Unfortunately, changes in the solar market have only accelerated in 2011, since the restructuring – making it much more difficult for the company to compete. Chinese companies have flooded the market with inexpensive panels, and Europe — currently the largest customer base for solar panels — has suffered from an economic crisis that has significantly reduced demand and forced cuts in subsidies for solar deployment that were important to Solyndra’s business model. The result has been a further and unprecedented 42% drop in solar cell prices in the first eight months of 2011.[10]

In light of these changes in the solar market, the Department, which was closely monitoring Solyndra, regularly discussed with the company its need to aggressively cut costs in order to remain competitive.  Of course, as a lender, the Department did not have the ability to mandate specific cost-cutting measures, and Solyndra itself proved unable to cut its costs sufficiently to remain competitive.  In early September, having failed to raise the additional capital then needed to continue operations, the company filed for bankruptcy.

Without DOE’s agreement to restructure Solyndra’s loan, the company likely would have faced bankruptcy much earlier – in December 2010.  Restructuring gave them a fighting chance to compete and succeed, and kept approximately 1000 workers from losing their jobs.  In fact, between December and when they filed for bankruptcy, the company paid its employees and suppliers more than $200 million – money that went into the economy, creating jobs up and down the supply chain. 

While we are all disappointed in the outcome, securing America’s leadership in this vital new industry requires that we support innovation and deployment. Solyndra’s situation should not overshadow the great work that the Department’s loan programs have done to date, or the need to continue to find ways to support clean energy in this country.

The projects supported under the Department’s loan guarantee programs will make meaningful contributions to our nation. It is important to note that the loan guarantee programs support an array of technologies and project types, most of which have significantly different risk profiles than Solyndra. For example, the majority of the projects we have supported in the Section 1705 program are clean power generation facilities that benefit from offtake agreements under which utilities have made long-term commitments to buy the power they produce.

That said, developing a robust clean energy manufacturing sector in the United States is crucial to our long-term national interests, and we need to ensure that American companies and workers are given the tools they need to succeed in this competitive space. And one of the most important tools — as our global competitors have learned — is low-cost financing, wisely targeted and responsibly deployed. This isn’t picking “winners” and “losers” — it is helping ensure that we have winners here at all. We invented this technology, and we should produce it here.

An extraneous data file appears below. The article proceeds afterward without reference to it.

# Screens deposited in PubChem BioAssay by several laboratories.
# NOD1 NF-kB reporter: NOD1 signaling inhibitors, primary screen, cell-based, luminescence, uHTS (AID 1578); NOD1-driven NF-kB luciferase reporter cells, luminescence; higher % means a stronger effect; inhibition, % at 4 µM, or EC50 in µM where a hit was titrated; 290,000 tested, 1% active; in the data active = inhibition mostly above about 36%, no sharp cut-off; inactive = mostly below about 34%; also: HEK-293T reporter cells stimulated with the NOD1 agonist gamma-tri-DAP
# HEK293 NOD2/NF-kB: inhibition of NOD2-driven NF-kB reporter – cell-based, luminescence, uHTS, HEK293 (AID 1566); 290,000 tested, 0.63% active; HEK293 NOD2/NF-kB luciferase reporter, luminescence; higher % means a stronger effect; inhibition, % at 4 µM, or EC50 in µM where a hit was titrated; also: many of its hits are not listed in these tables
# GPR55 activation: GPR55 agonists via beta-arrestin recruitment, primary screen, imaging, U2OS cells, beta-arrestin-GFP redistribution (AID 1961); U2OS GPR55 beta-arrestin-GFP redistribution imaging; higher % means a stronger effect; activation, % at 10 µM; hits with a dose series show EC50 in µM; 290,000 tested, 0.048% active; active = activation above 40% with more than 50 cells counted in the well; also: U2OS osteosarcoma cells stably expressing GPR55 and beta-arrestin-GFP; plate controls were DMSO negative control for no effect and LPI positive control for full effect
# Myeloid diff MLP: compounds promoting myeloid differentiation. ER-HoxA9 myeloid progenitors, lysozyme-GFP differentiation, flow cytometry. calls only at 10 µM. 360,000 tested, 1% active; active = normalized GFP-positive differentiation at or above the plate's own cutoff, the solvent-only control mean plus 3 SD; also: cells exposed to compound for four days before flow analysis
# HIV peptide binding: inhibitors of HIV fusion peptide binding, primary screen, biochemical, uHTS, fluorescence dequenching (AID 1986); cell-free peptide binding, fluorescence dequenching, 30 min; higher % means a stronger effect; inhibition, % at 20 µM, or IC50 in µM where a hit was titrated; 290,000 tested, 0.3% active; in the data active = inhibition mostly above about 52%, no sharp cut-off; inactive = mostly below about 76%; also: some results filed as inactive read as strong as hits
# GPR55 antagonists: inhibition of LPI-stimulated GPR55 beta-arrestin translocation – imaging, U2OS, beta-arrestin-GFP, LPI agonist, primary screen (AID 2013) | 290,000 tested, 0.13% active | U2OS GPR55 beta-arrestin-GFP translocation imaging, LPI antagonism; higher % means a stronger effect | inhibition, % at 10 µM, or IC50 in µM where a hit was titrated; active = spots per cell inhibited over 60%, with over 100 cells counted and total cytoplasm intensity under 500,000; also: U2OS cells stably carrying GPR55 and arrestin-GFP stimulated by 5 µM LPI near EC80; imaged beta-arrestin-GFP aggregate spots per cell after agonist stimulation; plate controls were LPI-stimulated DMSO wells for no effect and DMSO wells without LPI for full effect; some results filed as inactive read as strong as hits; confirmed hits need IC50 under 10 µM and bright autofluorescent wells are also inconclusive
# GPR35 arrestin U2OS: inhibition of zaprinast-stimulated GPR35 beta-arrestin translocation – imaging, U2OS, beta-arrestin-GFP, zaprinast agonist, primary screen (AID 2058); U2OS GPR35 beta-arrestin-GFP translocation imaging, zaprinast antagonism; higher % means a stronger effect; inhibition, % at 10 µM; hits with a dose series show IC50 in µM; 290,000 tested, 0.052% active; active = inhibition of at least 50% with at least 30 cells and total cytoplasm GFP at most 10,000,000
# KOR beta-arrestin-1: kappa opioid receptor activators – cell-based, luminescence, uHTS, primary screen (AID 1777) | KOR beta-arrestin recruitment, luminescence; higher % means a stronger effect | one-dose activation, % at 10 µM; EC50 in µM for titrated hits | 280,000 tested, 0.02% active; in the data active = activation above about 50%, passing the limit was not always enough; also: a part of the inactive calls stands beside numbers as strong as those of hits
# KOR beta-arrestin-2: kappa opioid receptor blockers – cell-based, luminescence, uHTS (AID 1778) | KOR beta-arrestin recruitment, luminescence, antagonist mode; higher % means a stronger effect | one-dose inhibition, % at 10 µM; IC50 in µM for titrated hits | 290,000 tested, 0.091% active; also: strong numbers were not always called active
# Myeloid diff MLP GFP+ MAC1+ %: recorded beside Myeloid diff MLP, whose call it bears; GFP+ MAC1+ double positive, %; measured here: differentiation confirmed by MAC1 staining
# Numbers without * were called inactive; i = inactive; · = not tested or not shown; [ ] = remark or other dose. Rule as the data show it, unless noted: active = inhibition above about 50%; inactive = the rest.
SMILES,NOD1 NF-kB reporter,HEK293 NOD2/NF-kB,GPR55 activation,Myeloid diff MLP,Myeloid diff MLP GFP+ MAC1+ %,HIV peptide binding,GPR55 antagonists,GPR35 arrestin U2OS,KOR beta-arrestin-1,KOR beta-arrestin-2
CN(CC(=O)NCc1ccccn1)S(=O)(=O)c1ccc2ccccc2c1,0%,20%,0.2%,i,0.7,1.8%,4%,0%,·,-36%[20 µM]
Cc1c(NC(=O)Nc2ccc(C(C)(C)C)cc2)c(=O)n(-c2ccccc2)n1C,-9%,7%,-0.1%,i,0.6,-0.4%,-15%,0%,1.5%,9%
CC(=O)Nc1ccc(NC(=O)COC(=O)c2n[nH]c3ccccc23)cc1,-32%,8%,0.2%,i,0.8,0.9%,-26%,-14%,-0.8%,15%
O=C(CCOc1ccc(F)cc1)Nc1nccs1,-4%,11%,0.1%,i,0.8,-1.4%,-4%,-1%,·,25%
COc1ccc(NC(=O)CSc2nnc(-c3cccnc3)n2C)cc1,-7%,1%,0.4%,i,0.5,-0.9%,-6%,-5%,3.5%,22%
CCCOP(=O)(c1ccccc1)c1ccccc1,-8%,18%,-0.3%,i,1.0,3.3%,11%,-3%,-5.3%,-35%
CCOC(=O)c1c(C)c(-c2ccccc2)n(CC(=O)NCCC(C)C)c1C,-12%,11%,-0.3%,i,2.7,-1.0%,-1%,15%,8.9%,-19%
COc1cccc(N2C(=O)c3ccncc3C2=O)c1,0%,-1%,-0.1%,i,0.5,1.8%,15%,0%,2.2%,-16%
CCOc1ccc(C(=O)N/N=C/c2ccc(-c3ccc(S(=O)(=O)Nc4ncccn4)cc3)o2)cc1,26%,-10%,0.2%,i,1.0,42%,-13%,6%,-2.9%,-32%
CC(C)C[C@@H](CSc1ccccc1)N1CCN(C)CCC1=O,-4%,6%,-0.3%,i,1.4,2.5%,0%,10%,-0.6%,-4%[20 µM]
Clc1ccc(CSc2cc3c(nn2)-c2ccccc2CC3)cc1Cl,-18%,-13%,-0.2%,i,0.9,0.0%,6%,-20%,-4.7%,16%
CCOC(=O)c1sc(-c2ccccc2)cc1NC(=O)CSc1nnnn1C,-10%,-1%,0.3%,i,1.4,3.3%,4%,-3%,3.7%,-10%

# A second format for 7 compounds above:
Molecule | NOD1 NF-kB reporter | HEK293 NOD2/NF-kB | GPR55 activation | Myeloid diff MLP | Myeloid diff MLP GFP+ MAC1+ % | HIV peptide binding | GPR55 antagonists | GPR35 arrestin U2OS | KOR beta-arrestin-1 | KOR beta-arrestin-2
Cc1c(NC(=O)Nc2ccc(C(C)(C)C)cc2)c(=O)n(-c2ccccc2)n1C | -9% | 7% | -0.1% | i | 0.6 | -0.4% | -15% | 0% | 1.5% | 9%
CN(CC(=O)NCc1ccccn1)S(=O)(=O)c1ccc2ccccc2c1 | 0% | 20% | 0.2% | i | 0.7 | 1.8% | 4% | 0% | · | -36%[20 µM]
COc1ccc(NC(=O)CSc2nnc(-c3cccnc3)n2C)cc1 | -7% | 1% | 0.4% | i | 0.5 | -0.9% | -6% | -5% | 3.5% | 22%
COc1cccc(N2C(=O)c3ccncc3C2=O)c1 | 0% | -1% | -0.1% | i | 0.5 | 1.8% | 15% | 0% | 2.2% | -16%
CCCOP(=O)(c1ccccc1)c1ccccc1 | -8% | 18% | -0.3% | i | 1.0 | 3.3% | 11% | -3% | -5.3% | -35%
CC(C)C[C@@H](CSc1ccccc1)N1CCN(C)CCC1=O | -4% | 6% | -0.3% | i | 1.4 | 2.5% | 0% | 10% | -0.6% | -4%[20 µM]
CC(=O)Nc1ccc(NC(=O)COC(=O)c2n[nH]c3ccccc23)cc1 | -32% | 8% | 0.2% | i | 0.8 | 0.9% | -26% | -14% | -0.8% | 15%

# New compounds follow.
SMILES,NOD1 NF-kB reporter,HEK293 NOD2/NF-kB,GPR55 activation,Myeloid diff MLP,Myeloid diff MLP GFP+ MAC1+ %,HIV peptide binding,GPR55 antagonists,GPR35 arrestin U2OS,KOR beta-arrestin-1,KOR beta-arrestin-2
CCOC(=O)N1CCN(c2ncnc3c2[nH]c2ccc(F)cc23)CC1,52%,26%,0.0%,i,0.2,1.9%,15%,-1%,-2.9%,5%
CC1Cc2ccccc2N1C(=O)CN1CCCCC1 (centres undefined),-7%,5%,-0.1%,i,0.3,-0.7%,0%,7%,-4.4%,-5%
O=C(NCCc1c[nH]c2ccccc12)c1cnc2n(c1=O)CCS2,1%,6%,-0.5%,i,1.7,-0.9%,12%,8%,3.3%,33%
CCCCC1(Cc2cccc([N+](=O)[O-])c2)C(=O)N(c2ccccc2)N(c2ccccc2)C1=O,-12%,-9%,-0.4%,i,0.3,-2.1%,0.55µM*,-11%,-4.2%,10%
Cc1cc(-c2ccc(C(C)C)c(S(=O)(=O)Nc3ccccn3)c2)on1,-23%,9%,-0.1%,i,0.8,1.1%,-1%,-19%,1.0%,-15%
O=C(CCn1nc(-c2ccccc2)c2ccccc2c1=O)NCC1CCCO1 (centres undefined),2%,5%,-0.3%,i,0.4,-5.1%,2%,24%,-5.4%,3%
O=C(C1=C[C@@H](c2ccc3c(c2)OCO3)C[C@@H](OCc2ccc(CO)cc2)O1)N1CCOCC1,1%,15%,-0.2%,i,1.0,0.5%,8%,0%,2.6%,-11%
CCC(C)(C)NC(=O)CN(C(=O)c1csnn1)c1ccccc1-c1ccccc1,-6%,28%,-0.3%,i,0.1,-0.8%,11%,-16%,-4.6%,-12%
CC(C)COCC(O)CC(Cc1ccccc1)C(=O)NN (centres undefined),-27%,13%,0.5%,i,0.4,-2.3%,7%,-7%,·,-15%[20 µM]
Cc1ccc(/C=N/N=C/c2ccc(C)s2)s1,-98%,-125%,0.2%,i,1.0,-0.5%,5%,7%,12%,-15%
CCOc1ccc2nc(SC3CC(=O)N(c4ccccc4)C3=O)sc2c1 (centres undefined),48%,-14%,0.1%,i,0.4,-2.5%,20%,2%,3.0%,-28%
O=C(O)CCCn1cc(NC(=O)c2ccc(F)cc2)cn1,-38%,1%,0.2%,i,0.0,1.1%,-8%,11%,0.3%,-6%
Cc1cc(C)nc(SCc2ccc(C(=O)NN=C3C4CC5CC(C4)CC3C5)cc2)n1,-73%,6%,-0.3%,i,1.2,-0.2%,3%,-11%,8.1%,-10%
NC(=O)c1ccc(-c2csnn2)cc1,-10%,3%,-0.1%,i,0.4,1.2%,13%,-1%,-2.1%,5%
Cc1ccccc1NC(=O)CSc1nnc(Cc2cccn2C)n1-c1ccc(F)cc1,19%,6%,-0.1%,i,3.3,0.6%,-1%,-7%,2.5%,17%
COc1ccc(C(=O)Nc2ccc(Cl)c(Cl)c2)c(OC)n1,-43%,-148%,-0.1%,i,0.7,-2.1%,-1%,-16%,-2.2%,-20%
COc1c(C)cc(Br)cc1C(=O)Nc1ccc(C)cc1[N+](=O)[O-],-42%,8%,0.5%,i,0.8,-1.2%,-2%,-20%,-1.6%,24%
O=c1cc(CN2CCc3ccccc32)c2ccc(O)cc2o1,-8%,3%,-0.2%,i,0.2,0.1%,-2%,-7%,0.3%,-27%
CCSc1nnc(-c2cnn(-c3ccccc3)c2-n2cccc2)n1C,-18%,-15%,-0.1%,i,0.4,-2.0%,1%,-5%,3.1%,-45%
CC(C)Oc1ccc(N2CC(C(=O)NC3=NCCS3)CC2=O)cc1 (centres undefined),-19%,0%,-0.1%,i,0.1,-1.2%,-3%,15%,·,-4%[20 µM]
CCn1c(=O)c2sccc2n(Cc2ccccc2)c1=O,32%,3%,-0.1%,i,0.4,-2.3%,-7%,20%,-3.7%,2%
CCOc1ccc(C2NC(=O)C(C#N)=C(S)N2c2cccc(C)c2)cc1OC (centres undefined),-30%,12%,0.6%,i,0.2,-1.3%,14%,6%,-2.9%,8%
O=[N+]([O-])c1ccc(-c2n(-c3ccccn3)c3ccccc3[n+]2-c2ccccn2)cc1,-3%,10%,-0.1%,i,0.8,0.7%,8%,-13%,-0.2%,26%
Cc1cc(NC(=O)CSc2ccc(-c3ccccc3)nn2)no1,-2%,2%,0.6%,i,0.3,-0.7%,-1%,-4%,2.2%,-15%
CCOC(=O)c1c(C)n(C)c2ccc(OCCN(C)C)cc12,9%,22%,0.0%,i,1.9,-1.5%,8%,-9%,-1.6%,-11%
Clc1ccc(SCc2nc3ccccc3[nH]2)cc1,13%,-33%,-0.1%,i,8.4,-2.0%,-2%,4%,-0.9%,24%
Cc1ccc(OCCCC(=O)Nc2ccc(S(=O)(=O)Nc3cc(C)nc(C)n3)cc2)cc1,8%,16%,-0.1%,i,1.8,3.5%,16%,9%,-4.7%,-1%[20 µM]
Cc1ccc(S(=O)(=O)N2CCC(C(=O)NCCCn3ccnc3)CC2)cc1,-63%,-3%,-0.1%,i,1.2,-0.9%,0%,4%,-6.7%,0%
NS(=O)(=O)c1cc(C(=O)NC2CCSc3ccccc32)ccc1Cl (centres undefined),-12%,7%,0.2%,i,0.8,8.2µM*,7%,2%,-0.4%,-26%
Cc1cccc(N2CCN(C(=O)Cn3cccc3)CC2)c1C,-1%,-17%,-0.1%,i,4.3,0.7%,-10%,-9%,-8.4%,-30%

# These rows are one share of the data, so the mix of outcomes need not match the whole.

The question is whether we are willing to take on this challenge, or whether we will simply cede leadership in clean energy to other nations and watch as tens of thousands of jobs are created overseas. We were once the leaders in this field, and we can be again. As President Kennedy said of the mission to the moon: “If we are to go only half way, or reduce our sights in the face of difficulty, in my judgment it would be better not to go at all.”

Mr. Chairman, I thank the members of the committee and I look forward to answering your questions.

[1] Bloomberg New Energy Finance, China Development Bank – how it came to be a giant lender to clean energy, March 11, 2011.

[2] The IEA 2010 PV technology roadmap cites cumulative installed PV capacity of over 3 terawatts by 2050, and states that PV will reach price parity in many regions by 2020. Assuming prices continue to decline, this will be a market worth trillions.

[3] Maycock, P.D. (February 2002). “World PV Cell/Module Production (1988-2011)” PV News.

[4] Mints, P. (2011). Photovolatic Manufacturer Shipments, Capacity & Competitive Analysis 2010/2011. Palo Alto, CA: Navigant Consulting Photovoltaic Service Program. Report NPS-Supply6 (April 2011).

[5] Mints, P. (2011). Photovolatic Manufacturer Shipments, Capacity & Competitive Analysis 2010/2011. Palo Alto, CA: Navigant Consulting Photovoltaic Service Program. Report NPS-Supply6 (April 2011).

[6] Bloomberg New Energy Finance, June 1, 2011, JISEA/CSIS/NREL Meeting, Washington DC

[7] Bloomberg New Energy Finance, August 2011 Solar Spot Price Index Update, Aug. 31, 2011

[8] Bloomberg New Energy Finance, China Development Bank – how it came to be a giant lender to clean energy, March 11, 2011.

[9] Included among these assets was the partially-complete manufacturing facility that Solyndra was building using government funds. DOE determined, as part of the restructuring, that the facility would be more valuable, even in the event of a future liquidation, once complete. Solyndra ultimately completed construction of this facility ahead of schedule earlier this year.

[10] Bloomberg New Energy Finance, August 2011 Solar Spot Price Index Update, Aug. 31, 2011